Reading diversely and talking about diversity in reading has been a huge priority this year at Book Riot. It’s a theme and discussion that will continue on through the new year and long after. As you prepare your to-be-read piles for the turn of the calendar, as well as build up your reads within YA, I thought it’d be high time to talk about three books that feature disabled characters.
We don’t talk enough about disability, and we don’t see disabled characters in our reading as much as we should. This, as much as skin color and sexuality, matters greatly and represents what learning about and living in a diverse world means. It’s thanks to the writers and readers at sites like Disability in Kid Lit that I’ve learned far more about disability than I ever have in the past — and for readers who want to educate themselves, as well as continue growing a to-be-read list of quality kid lit featuring disabled characters, this is a go-to resource.
Here are three YA novels where disability is a significant and important part of the story, though it is not the whole of the story. Because it’s important to see the range of diverse stories that are possible — there aren’t limits — I wanted to highlight out three books in three very different genres.
Pinned by Sharon Flake
Autumn and Adonis have nothing in common and everything in common. Autumn is outgoing and has lots of friends. Adonis is shy and not so eager to connect with people. But even with their differences, the two have one thing in common–they’re each dealing with a handicap. For Autumn, who has a learning disability, reading is a painful struggle that makes it hard to focus in class. But as her school’s most aggressive team wrestler, Autumn can take down any problem. Adonis is confined to a wheelchair. He has no legs. He can’t walk or dance. But he’s a strong reader who loves books. Even so, Adonis has a secret he knows someone like Autumn can heal.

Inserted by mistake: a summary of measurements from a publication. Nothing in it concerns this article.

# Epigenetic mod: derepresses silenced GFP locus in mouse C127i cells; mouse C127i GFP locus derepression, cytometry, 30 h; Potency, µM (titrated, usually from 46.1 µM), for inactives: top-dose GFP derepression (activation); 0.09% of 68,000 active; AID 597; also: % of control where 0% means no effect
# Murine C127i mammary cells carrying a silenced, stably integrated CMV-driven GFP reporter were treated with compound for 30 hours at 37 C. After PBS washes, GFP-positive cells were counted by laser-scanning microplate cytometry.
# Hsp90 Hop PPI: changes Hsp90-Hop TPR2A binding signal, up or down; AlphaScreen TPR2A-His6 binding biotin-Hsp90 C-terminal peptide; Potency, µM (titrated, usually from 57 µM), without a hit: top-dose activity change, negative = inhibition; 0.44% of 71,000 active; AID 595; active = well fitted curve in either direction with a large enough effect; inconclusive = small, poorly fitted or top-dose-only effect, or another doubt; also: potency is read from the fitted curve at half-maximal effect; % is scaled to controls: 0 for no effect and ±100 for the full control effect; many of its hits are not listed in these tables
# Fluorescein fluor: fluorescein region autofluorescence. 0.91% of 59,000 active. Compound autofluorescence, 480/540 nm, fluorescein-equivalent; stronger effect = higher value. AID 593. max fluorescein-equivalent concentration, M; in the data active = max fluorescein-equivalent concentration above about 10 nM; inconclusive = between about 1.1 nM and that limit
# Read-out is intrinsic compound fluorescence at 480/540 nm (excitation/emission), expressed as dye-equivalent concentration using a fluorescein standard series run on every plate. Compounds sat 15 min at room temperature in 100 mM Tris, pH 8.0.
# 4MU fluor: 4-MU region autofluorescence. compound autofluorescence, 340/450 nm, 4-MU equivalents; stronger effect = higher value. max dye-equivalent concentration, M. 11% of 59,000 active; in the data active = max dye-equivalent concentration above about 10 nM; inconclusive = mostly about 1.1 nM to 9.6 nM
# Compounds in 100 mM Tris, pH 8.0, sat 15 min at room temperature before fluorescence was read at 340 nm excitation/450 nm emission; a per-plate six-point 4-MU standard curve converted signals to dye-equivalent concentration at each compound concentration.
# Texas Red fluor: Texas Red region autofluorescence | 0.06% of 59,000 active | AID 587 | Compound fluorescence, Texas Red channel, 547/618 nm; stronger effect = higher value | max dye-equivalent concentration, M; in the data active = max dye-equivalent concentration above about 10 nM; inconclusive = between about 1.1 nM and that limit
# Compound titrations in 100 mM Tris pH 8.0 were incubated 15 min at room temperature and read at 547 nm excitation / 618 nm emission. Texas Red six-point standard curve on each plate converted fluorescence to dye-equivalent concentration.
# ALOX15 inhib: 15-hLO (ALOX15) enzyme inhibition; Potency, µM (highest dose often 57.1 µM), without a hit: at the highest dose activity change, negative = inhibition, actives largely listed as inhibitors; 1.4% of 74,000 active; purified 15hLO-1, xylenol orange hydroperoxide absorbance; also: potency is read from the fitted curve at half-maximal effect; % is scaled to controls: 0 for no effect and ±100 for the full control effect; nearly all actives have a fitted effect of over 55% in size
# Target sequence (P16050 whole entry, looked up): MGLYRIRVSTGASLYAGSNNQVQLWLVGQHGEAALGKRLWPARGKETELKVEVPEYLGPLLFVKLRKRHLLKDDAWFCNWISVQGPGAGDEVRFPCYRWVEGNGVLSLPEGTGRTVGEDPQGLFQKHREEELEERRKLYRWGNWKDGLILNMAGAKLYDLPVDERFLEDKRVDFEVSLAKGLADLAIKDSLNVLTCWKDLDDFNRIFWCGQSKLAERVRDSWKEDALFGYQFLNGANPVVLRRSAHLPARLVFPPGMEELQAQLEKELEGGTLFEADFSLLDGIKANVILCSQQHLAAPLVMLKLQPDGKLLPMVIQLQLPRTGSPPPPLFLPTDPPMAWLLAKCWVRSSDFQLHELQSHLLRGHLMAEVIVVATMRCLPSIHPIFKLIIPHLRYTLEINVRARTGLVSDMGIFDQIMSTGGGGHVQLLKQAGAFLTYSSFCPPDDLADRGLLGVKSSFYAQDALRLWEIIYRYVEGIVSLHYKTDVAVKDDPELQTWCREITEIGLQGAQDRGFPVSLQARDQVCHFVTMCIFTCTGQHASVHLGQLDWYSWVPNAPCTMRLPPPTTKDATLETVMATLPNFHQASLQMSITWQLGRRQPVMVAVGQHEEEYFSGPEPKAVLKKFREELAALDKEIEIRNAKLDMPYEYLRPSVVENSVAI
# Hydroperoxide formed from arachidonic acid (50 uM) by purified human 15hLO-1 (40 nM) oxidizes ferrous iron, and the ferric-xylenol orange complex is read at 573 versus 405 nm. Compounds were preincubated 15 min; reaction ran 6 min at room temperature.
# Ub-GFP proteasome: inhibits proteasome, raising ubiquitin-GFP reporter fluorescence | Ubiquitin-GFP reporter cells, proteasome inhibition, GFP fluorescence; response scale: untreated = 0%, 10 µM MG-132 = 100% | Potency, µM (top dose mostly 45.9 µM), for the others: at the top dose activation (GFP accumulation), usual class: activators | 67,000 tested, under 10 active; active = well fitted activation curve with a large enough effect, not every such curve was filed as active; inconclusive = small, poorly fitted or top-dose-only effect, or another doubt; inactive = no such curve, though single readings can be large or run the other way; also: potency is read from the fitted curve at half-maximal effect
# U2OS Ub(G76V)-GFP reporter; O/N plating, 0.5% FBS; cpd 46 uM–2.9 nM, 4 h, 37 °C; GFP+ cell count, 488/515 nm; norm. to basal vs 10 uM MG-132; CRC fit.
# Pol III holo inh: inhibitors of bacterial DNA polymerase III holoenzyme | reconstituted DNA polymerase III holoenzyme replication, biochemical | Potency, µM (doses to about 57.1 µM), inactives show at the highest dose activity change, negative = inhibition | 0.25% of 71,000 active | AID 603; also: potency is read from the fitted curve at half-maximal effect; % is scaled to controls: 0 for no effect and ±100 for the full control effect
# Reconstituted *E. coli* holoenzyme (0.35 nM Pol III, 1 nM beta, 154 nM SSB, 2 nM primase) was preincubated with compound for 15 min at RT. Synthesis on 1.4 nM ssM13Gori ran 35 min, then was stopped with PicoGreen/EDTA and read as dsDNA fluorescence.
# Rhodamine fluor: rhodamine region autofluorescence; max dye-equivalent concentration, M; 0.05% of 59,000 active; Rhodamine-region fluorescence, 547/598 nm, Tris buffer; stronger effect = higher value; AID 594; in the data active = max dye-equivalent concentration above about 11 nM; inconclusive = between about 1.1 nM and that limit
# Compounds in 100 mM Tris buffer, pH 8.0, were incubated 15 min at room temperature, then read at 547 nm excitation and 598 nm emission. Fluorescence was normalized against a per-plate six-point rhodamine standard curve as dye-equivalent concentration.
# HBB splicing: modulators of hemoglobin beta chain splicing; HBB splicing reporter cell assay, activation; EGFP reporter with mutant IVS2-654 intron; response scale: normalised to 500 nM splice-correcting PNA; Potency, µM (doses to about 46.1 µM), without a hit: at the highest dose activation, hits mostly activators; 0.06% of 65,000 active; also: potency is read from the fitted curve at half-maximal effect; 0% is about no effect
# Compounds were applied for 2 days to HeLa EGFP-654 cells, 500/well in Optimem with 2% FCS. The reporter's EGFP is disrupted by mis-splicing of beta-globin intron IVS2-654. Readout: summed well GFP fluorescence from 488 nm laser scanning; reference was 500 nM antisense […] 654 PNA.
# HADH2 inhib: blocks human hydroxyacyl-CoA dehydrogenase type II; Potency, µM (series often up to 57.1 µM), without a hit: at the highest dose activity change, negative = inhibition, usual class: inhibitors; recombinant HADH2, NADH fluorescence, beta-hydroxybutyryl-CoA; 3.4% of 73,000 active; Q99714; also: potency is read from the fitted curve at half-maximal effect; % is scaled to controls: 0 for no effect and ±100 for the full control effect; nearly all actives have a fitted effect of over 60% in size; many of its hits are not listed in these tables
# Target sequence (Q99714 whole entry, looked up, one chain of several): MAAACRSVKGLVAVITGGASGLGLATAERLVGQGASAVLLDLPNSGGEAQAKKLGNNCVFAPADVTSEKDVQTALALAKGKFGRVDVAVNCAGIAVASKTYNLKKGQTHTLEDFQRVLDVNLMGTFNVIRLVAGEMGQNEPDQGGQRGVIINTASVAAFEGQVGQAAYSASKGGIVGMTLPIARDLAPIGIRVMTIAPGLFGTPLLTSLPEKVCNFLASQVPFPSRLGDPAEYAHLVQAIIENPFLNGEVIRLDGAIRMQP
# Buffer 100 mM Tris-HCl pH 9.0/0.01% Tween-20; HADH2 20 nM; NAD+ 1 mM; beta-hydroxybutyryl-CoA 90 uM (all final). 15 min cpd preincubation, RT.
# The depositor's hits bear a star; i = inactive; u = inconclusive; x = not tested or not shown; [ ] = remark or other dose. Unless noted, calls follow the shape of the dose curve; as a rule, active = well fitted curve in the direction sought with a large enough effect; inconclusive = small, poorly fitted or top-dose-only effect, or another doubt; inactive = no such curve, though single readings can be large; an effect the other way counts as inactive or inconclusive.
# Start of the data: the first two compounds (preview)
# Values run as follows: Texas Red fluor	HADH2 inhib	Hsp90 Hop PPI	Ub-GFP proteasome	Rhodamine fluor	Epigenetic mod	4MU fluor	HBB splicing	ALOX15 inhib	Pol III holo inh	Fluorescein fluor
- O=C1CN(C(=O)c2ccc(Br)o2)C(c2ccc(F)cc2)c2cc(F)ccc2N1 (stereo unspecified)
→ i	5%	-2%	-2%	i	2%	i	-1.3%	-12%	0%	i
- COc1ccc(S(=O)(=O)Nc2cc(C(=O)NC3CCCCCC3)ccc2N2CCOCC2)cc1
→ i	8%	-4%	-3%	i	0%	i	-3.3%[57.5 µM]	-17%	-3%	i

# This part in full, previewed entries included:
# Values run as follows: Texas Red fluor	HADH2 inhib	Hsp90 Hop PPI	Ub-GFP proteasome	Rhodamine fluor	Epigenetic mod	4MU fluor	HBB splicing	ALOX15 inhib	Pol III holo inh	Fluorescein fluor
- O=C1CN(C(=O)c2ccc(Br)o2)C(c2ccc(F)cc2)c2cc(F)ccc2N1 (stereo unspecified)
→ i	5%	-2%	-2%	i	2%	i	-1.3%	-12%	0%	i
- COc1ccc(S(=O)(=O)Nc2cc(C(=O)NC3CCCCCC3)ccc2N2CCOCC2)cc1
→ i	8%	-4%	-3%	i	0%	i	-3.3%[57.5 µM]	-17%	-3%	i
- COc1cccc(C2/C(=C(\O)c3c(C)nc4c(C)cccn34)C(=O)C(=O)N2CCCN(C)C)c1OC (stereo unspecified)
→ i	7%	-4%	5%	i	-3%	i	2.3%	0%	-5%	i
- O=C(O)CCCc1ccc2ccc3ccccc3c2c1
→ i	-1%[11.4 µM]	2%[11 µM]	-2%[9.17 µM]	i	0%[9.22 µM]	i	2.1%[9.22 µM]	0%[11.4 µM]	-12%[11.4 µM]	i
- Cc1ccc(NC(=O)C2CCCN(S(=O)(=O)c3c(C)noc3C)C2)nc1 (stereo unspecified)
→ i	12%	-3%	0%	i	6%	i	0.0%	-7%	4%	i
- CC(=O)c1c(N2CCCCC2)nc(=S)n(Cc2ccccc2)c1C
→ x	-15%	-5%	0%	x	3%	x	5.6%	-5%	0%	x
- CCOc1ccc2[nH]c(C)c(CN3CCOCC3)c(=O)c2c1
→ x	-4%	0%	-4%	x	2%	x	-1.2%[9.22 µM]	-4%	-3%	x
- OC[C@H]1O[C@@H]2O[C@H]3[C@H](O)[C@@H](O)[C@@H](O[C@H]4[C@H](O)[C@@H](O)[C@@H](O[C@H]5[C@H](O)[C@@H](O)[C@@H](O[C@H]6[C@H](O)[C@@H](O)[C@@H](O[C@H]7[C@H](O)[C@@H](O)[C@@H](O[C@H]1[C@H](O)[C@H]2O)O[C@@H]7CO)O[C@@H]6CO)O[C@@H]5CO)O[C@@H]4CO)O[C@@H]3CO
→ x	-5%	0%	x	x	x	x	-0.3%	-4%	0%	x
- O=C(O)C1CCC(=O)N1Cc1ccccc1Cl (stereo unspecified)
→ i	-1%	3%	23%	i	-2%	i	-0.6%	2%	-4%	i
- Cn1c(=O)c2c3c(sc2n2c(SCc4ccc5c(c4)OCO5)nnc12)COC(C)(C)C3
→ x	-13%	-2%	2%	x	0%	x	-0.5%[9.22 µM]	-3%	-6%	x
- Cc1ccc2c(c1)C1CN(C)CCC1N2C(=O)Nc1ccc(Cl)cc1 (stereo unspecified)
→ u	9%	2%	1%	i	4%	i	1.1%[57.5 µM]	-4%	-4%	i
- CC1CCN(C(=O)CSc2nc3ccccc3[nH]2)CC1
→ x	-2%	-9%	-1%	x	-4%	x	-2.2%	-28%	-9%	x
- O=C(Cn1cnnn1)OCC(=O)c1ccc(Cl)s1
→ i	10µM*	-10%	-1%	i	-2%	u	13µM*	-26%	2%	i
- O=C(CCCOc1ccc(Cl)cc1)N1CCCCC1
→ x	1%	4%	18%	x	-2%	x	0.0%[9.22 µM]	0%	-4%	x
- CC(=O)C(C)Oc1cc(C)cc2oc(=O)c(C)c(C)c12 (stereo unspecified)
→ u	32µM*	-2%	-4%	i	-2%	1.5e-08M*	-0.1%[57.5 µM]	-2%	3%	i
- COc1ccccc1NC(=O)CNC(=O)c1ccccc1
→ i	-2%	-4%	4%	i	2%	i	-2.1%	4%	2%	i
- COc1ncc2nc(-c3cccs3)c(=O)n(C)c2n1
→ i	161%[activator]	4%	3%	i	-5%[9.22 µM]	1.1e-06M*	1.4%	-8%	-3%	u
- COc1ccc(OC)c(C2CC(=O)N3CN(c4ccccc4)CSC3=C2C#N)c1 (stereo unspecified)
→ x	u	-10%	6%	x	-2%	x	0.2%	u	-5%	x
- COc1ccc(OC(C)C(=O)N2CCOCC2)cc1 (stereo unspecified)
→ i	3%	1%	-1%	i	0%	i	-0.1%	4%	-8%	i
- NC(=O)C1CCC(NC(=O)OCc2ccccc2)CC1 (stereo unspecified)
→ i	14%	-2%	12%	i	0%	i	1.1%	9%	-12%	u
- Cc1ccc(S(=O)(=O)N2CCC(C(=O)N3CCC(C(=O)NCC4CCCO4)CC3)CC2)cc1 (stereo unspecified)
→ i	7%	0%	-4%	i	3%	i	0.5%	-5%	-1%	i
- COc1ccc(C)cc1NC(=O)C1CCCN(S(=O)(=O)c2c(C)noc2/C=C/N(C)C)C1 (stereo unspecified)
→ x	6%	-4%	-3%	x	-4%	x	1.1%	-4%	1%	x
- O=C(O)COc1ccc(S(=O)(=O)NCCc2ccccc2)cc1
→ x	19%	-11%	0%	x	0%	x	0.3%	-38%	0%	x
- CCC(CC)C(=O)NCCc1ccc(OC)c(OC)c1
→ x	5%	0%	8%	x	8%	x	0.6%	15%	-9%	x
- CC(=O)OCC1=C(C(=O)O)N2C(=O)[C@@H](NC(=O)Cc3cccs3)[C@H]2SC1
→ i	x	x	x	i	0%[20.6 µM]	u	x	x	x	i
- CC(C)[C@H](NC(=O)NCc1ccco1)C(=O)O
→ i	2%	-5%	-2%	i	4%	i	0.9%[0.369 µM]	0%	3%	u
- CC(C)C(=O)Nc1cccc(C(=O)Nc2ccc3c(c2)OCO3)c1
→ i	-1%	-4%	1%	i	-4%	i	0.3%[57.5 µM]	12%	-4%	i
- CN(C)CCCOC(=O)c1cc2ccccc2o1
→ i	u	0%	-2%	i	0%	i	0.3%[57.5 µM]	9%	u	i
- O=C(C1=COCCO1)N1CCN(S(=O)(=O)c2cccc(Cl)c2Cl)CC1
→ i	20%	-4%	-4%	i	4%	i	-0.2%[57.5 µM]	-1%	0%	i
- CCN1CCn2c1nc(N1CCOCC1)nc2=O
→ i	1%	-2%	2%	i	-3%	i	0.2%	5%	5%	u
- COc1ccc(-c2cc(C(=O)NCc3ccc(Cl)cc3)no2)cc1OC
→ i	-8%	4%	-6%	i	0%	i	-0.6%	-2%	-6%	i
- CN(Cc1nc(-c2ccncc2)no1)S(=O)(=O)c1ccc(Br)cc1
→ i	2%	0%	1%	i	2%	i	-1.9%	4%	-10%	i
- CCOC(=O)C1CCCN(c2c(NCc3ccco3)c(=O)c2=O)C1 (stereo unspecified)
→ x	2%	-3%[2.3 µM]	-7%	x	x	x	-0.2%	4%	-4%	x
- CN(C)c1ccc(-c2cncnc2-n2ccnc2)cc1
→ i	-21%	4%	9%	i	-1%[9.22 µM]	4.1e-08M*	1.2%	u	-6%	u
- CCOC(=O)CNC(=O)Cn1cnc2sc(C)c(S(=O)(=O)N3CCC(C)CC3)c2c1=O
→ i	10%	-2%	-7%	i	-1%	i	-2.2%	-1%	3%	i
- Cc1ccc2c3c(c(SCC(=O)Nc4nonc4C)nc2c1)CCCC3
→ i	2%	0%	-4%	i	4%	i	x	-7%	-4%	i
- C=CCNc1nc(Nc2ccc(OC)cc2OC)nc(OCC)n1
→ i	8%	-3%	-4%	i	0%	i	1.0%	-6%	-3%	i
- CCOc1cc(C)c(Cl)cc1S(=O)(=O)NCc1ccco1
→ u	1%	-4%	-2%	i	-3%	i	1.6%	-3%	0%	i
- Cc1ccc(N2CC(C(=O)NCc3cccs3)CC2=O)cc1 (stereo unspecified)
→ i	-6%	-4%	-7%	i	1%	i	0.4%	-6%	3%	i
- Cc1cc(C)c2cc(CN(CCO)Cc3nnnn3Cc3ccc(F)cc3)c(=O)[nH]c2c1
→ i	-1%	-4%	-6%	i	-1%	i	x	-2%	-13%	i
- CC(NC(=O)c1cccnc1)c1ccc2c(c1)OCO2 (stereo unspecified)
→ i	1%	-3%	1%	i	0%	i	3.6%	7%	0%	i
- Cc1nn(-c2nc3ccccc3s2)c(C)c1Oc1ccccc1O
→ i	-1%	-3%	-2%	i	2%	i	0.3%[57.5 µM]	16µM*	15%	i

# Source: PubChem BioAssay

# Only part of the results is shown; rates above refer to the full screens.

In time, Autumn and Adonis are forced to see that our greatest weaknesses can turn into the assets that forever change us and those we love.
A minute to appreciate the back cover of Pinned because it’s so rare we see the disabled character on a book cover:
More covers like that, please!
Dangerous by Shannon Hale
Maisie Danger Brown just wanted to get away from home for a bit, see something new. She never intended to fall in love. And she never imagined stumbling into a frightening plot that kills her friends and just might kill her, too. A plot that is already changing life on Earth as we know it. There’s no going back. She is the only thing standing between danger and annihilation.
The main character, Maisie, was born with only one hand.
The Elementals by Saundra Mitchell
Kate Witherspoon has lived a bohemian life with her artist parents. In 1917, the new art form of the motion picture is changing entertainment—and Kate is determined to become a director.
Meanwhile, midwestern farm boy Julian Birch has inherited the wanderlust that fueled his parents’ adventures. A childhood bout with polio has left him crippled, but he refuses to let his disability define him.
Strangers driven by a shared vision, Kate and Julian set out separately for Los Angeles, the city of dreams. There, they each struggle to find their independence. When they finally meet, the teenage runaways realize their true magical legacy: the ability to triumph over death, and over time. But as their powerful parents before them learned, all magic comes with a price.
This is the third book in a loosely-connected series, so while reading The Vespertine and The Springsweet would enhance this story, they’re not required reading before The Elementals (though they’re definitely worth reading, too).
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